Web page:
In addition to the number of repetitions, the number of sets and the angle (ROM) of the movement, the error patterns that occur also provide important information for patients and therapists. For an assistance system to provide support, the execution of the movement and the errors must be reliably detected. This is the basic prerequisite for generating feedback to the user from the recorded movement. Hopper et al. (9), Kim et al. (11), Lösch et al. (12) have already been able to show positive effects by adhering to a visual target value in motion control. For example, bar graph tracking at Kim et al. (11) resulted in positive adjustments in stride length and walking speed. Visual feedback can assist the patient in movement execution and giving information, for example on amplitude and speed.

Until now, Kato et al. (10) and Verbruggheet al. (19) have described the reliable use of technical assistance systems in training therapy. Markerless systems have become established for motion detection. They result in fewer movement restrictions that can be caused by the placement of the sensors. Markerless systems can increase user-friendliness because they do not require complicated installation prior to use.

Further studies compared the motion detection accuracy of the markerless 3D-depth sensor in the first and second generation against marker-based motion capture systems. It is therefore known that the skeletal model of the 3D-depth sensor, in particular for the first generation, shows inaccuracies in skeletal recognition. Wang et al. (20) found deviations of about 200 mm in the localization of the hip joints. In addition, statistically significant differences were shown between the first and second generation of the sensors in the skeletal points SPINE, ROOT (trunk), HIP, ANK (ANKLE), and FOO (FOOT). Also at second generation, the foot and ankle joint positions are still approx. 100 mm from the base level. In addition, Fernandes-Baena et al. (8) describe that the positioning of the extremities to the sensor has a decisive influence on the accuracy of skeletal recognition. Xu & McGorry (21) found a significantly more accurate detection of the upper extremities compared to the lower extremities for the 3D-depth sensor in both generations. For example, the accuracy level for hand and arm was within 100 mm, while for hip and legs it was over 100 mm.

Previous studies as well as the present results show that a 100% error image recognition is currently not possible. The underlying skeletal model of the depth sensor is assumed to be the cause (7, 20, 21).

A more accurate skeletal model can help to increase the accuracy of error detection, which reliably determines the positions of the joints in three-dimensional space. For this purpose, a separate model must be developed and evaluated. Furthermore, it has to be investigated to what extent further feature vectors improve the error classification. The further development of the existing algorithm, which is based on a mean value filter, will contribute to improving filtering. This will make it possible to filter out any error detections.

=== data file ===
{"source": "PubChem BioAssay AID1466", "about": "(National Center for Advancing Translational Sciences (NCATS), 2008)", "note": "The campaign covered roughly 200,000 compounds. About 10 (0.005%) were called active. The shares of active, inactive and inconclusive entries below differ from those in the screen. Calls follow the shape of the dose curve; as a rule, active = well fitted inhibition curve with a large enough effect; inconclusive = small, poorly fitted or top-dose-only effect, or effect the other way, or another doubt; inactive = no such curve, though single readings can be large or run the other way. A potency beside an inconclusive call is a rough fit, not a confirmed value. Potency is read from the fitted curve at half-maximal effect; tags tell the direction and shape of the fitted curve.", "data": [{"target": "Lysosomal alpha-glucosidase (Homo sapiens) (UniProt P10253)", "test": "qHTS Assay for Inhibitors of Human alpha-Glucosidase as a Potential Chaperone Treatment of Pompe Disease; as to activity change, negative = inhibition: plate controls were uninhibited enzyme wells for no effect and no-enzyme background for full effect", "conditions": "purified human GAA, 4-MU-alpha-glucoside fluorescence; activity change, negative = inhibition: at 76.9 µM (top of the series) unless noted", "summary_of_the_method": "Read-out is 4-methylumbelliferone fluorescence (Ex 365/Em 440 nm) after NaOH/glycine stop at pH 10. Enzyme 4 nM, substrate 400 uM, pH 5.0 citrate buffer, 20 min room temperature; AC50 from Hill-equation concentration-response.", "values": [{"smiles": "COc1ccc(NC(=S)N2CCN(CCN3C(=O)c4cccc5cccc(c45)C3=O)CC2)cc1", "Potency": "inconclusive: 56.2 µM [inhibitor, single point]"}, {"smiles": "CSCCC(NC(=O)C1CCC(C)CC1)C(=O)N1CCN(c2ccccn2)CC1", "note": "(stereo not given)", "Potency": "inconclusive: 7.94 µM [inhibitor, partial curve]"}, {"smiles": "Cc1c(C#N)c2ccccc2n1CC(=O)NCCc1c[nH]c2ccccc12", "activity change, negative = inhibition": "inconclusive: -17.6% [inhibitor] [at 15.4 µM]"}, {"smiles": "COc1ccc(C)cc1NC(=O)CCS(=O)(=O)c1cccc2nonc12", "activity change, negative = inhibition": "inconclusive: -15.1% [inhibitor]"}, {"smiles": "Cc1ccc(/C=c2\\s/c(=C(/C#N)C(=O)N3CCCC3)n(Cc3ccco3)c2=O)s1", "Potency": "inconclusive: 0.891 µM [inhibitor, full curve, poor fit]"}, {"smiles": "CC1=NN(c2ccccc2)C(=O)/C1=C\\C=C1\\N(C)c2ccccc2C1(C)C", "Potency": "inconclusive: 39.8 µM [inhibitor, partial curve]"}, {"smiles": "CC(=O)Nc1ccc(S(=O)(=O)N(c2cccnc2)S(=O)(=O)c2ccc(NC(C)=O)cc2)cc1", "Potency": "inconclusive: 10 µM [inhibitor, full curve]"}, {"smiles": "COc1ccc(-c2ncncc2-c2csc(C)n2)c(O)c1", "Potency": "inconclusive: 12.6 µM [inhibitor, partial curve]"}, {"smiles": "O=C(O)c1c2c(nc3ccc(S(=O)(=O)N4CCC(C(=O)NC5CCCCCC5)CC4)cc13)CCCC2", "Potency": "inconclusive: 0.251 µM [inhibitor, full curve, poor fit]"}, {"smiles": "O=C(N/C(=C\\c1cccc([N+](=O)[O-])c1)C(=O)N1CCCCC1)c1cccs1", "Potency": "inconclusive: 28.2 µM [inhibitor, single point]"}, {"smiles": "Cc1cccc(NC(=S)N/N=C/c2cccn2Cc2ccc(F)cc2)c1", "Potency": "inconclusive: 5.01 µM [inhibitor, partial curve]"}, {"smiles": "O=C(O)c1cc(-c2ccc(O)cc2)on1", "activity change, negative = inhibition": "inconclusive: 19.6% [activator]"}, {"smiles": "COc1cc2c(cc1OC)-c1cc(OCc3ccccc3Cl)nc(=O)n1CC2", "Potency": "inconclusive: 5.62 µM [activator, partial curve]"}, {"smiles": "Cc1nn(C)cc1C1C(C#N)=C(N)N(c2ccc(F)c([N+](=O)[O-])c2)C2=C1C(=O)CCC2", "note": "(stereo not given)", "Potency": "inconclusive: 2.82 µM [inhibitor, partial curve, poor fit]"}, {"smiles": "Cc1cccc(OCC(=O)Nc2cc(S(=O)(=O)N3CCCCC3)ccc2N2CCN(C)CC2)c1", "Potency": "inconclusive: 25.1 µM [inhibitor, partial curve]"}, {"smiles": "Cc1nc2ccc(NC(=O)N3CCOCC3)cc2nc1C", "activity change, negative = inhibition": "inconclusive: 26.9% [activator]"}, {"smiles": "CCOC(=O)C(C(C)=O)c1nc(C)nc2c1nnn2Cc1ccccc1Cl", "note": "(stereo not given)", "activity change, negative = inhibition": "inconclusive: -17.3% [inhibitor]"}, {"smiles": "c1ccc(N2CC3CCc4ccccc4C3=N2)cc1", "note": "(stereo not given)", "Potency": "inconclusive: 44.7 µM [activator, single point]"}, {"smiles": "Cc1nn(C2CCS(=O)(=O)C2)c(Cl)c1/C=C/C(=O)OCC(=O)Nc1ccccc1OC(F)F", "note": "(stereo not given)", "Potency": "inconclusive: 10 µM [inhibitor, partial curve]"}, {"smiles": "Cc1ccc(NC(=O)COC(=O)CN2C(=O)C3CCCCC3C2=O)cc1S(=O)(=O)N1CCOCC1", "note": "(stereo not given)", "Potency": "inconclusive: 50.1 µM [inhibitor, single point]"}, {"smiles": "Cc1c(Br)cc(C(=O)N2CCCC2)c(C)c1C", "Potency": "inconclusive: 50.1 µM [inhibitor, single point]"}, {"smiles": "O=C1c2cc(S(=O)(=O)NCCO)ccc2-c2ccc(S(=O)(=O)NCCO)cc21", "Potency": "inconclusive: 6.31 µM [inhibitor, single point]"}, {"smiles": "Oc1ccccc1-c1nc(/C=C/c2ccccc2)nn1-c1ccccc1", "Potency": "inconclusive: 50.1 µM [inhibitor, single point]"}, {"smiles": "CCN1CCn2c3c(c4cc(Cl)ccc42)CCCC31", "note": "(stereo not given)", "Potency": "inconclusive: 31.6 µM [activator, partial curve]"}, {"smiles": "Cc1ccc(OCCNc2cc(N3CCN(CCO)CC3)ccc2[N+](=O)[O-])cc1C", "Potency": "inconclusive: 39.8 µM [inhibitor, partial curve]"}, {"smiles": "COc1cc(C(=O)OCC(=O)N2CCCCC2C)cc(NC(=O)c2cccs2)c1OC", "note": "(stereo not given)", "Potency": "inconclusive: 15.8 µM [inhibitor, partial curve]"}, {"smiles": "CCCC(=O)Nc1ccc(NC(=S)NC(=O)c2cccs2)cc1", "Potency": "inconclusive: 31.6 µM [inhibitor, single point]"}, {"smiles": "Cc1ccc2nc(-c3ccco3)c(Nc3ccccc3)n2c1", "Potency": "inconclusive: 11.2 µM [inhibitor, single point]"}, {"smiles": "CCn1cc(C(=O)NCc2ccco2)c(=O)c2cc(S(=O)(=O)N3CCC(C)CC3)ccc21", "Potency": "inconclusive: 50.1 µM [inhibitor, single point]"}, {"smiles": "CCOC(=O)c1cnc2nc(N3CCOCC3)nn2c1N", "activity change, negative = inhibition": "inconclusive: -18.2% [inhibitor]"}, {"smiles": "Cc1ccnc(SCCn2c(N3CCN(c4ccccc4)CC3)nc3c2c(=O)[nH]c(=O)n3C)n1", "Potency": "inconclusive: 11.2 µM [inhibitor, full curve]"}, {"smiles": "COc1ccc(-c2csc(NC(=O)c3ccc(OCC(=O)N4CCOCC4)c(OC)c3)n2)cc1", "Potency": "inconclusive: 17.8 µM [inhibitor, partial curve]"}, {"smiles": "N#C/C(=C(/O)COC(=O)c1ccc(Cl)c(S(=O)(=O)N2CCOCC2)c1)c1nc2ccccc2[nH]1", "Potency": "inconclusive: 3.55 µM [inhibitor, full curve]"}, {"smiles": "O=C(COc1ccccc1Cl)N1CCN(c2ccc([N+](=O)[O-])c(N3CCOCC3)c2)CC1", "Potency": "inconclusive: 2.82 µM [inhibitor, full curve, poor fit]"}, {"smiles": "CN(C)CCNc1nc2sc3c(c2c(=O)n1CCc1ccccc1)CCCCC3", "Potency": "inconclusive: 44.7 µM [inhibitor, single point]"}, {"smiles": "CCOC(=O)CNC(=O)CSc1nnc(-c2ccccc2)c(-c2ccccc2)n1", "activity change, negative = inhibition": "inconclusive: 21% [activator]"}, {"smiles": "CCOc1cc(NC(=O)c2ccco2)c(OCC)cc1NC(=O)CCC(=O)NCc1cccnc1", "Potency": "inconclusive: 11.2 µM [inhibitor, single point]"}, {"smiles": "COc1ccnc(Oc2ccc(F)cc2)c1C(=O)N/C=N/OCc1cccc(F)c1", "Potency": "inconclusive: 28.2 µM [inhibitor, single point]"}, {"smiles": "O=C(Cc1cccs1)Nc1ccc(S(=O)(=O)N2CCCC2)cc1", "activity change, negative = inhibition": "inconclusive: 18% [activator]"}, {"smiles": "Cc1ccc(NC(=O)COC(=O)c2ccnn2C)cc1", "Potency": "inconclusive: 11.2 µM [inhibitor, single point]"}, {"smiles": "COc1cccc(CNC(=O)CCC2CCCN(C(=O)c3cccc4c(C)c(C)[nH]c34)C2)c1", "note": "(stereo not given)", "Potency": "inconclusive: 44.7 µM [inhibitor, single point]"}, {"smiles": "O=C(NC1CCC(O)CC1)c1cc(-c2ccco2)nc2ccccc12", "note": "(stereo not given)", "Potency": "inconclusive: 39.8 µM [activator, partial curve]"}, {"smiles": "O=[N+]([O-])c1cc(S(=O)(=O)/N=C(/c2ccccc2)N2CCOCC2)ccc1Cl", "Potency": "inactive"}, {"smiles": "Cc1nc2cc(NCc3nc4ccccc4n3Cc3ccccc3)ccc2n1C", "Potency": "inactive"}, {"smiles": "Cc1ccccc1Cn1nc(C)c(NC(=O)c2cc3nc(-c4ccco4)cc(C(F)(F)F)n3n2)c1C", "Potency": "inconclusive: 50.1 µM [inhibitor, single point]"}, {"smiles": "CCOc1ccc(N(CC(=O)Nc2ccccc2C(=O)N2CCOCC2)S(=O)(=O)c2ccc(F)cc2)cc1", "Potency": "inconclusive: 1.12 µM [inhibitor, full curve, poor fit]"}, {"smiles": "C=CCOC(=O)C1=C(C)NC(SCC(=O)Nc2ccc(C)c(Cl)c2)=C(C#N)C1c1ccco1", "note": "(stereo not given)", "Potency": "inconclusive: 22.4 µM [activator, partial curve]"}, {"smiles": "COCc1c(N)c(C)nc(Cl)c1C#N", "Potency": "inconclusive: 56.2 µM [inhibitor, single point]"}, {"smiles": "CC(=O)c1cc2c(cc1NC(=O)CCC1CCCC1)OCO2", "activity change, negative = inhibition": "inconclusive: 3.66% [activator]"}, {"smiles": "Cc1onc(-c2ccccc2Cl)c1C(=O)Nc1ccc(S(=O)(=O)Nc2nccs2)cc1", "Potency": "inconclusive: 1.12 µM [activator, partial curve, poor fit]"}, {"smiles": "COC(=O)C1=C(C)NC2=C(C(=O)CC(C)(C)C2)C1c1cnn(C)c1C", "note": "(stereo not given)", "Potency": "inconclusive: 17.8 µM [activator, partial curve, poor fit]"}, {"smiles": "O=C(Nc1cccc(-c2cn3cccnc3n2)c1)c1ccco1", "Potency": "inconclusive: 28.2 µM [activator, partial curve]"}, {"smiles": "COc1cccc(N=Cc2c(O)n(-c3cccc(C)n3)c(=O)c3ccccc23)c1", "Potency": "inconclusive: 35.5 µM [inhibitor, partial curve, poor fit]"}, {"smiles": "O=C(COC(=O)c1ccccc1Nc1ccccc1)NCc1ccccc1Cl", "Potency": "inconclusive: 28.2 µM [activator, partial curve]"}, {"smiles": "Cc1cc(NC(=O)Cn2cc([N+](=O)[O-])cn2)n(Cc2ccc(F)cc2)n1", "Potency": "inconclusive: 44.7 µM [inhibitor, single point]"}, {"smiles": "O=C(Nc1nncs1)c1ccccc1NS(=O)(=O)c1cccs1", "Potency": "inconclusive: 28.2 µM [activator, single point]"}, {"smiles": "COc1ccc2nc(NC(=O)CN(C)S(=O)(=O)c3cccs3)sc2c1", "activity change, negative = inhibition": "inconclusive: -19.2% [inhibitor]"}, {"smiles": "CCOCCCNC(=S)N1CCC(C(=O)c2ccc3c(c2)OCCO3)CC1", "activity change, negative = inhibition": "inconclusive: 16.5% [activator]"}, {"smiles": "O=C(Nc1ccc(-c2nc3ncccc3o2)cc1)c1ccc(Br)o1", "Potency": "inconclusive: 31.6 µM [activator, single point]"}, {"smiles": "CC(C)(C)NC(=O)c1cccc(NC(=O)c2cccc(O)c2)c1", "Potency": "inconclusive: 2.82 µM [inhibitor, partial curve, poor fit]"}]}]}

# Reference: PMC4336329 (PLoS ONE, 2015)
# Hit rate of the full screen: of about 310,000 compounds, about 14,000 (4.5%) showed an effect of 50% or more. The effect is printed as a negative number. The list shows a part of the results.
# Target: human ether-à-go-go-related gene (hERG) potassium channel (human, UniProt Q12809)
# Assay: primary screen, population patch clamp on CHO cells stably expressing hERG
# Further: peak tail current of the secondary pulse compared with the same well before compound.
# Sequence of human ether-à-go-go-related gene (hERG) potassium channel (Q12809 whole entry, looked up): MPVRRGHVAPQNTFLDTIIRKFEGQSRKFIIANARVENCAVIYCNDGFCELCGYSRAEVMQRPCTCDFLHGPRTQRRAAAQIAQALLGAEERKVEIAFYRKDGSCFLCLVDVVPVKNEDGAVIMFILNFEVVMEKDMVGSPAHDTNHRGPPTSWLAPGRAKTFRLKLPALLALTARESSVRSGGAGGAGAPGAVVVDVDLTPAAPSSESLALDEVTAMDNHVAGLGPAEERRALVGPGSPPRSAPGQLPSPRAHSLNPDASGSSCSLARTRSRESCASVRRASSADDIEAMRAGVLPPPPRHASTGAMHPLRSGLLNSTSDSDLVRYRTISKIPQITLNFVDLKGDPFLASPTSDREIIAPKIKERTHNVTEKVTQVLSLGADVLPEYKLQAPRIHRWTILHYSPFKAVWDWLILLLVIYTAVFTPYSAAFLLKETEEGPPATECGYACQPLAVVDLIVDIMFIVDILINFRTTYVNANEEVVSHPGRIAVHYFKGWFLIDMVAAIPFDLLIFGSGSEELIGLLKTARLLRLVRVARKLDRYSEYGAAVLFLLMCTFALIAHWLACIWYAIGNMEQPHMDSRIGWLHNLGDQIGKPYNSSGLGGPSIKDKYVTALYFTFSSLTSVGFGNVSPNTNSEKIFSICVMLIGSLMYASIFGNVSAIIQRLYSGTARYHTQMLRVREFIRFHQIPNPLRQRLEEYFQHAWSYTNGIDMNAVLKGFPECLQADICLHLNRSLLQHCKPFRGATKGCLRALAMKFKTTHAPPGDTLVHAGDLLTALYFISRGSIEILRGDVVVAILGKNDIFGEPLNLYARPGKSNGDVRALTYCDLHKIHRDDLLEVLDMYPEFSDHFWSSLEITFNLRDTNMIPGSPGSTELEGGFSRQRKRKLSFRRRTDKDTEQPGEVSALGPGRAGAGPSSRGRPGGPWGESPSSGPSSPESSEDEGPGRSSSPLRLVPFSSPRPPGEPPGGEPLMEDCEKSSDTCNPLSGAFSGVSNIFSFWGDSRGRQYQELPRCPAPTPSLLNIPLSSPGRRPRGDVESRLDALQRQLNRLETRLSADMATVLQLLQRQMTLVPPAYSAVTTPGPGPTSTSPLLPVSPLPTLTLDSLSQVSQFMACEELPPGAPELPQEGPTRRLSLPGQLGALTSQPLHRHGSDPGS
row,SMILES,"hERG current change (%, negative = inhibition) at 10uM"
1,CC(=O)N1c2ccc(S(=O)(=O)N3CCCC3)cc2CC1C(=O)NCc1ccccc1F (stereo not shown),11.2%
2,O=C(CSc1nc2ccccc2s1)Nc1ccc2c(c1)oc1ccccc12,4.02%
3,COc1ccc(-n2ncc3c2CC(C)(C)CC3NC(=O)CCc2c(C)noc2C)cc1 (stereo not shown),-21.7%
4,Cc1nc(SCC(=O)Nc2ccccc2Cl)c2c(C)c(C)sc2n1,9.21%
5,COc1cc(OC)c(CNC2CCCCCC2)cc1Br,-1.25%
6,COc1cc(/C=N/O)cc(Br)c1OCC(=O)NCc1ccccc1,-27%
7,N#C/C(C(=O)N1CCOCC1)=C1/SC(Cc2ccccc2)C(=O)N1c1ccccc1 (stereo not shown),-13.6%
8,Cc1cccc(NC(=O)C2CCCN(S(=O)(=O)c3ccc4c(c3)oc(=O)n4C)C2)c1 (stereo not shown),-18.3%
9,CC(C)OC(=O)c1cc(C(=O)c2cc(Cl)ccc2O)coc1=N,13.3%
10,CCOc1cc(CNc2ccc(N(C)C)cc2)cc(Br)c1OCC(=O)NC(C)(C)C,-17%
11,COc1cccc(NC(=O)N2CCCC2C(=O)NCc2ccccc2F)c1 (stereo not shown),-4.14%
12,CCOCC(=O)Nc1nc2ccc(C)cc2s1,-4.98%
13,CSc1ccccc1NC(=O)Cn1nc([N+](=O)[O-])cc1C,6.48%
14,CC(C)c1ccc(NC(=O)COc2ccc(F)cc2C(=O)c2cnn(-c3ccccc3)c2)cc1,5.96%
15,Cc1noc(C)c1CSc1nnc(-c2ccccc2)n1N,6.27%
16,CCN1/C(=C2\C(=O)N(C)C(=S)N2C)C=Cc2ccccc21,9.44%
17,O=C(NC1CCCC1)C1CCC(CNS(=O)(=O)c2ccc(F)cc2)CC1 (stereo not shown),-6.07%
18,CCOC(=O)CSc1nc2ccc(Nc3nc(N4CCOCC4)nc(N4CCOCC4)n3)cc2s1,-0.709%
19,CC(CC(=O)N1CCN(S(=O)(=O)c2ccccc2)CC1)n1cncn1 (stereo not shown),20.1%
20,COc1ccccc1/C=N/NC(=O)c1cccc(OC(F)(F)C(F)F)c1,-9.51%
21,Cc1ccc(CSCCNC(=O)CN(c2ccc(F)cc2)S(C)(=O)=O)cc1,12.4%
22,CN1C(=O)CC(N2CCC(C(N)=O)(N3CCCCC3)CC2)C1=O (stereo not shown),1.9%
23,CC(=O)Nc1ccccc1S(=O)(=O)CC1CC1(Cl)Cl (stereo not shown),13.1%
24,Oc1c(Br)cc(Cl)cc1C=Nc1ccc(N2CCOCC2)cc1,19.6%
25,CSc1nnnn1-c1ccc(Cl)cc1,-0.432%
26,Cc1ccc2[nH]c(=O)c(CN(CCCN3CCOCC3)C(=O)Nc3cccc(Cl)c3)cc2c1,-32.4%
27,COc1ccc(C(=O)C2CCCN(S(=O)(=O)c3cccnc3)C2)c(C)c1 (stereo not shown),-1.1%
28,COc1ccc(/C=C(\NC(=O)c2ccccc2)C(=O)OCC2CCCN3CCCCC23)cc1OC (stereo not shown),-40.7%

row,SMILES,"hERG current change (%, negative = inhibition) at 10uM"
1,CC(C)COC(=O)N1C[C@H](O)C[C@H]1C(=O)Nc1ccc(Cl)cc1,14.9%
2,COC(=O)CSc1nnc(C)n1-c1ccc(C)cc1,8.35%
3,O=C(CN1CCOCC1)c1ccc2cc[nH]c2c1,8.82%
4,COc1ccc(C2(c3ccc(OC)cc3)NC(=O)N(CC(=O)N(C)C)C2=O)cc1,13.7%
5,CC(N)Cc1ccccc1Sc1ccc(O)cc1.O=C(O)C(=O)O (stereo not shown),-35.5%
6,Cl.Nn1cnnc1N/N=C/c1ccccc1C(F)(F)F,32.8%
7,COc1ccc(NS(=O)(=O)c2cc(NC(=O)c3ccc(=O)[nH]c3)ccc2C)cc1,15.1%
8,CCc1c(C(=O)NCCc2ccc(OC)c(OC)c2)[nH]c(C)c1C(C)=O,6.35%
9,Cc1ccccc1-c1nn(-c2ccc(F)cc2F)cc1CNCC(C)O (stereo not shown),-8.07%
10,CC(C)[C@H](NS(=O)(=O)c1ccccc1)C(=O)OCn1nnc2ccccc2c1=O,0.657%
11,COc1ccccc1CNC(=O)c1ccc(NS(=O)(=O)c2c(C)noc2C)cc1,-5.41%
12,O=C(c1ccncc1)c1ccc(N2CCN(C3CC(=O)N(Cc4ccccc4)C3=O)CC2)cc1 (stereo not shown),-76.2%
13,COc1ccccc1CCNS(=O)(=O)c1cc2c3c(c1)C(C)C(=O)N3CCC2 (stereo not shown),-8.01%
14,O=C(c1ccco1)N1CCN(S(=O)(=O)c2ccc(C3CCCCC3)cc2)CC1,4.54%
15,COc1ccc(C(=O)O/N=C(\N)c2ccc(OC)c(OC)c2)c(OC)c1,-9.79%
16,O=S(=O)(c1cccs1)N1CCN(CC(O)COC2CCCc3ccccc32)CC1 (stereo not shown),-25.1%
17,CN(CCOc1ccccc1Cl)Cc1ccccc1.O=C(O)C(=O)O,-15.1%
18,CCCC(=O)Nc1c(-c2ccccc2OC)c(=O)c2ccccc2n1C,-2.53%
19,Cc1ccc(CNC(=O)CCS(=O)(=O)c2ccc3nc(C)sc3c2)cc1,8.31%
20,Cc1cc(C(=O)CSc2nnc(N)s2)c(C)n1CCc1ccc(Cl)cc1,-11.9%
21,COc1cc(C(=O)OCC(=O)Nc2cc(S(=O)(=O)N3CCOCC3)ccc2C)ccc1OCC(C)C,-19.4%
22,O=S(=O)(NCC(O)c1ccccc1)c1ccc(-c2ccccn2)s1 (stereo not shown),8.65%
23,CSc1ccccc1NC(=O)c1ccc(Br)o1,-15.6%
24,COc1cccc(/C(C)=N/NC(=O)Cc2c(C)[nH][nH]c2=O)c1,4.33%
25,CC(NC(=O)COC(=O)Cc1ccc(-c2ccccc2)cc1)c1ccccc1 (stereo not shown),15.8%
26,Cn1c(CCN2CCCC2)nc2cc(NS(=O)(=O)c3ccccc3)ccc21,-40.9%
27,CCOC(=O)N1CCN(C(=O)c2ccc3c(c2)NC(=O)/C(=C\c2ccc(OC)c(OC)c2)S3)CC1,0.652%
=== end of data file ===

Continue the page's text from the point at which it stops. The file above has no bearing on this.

Limitation and Conclusion

In the present study, the assistance system developed for the hip abduction exercise on the rope pull was tested for reliable error recognition. It is well known that other exercises with high therapeutic benefits also present problems due to several degrees of freedom in the execution of movement. Statements about the validity of error recognition in other exercises cannot currently be made.

The assessment of the movement by a therapist was used for validation. The therapist observed the movement for the occurrence of the error patterns upper body (UB), wrong plane (WP), bent knee (BK), and hip rotated outside (HO), which the system was trained to evaluate. In an expert survey these error patterns were reported as frequent errors. The therapist’s assessment was then used as a reference. At this point, a professionally experienced therapist with more than five years practice was used for observation. The practical experience of the therapist can be considered sufficient and valid. For completely validation, it will be necessary in future studies to have the system tested by at least 3 therapists.

Technical assistance systems for motion control are becoming increasingly important in training therapy. In this study, error pattern recognition by an algorithm annotated to the sensor was compared with the error pattern recognition of a therapist for the first time. This resulted in an agreement of approx. 70%. The developed assistance system can thus be used as an objective instrument for motion control in clinical settings. In the long term, such a system could provide patients with visual feedback on movement and document the course of therapy.

Funding & Declaration

This study was funded by the European Social Fund (ESF). Since this contribution included study on humans, the study plan was reviewed by the Ethics Commission of the TU Chemnitz, and the subjects agreed in writing to their participation in the study. The guidelines of the Declaration of Helsinki were observed.

Conflict of Interest
The authors have no conflict of interest.


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Christiane Lösch, M.Sc.
Technische Universität Chemnitz
Fakultät für Human- und Sozialwissenschaften,
Institut für Angewandte
Thüringer Weg 11, 09126 Chemnitz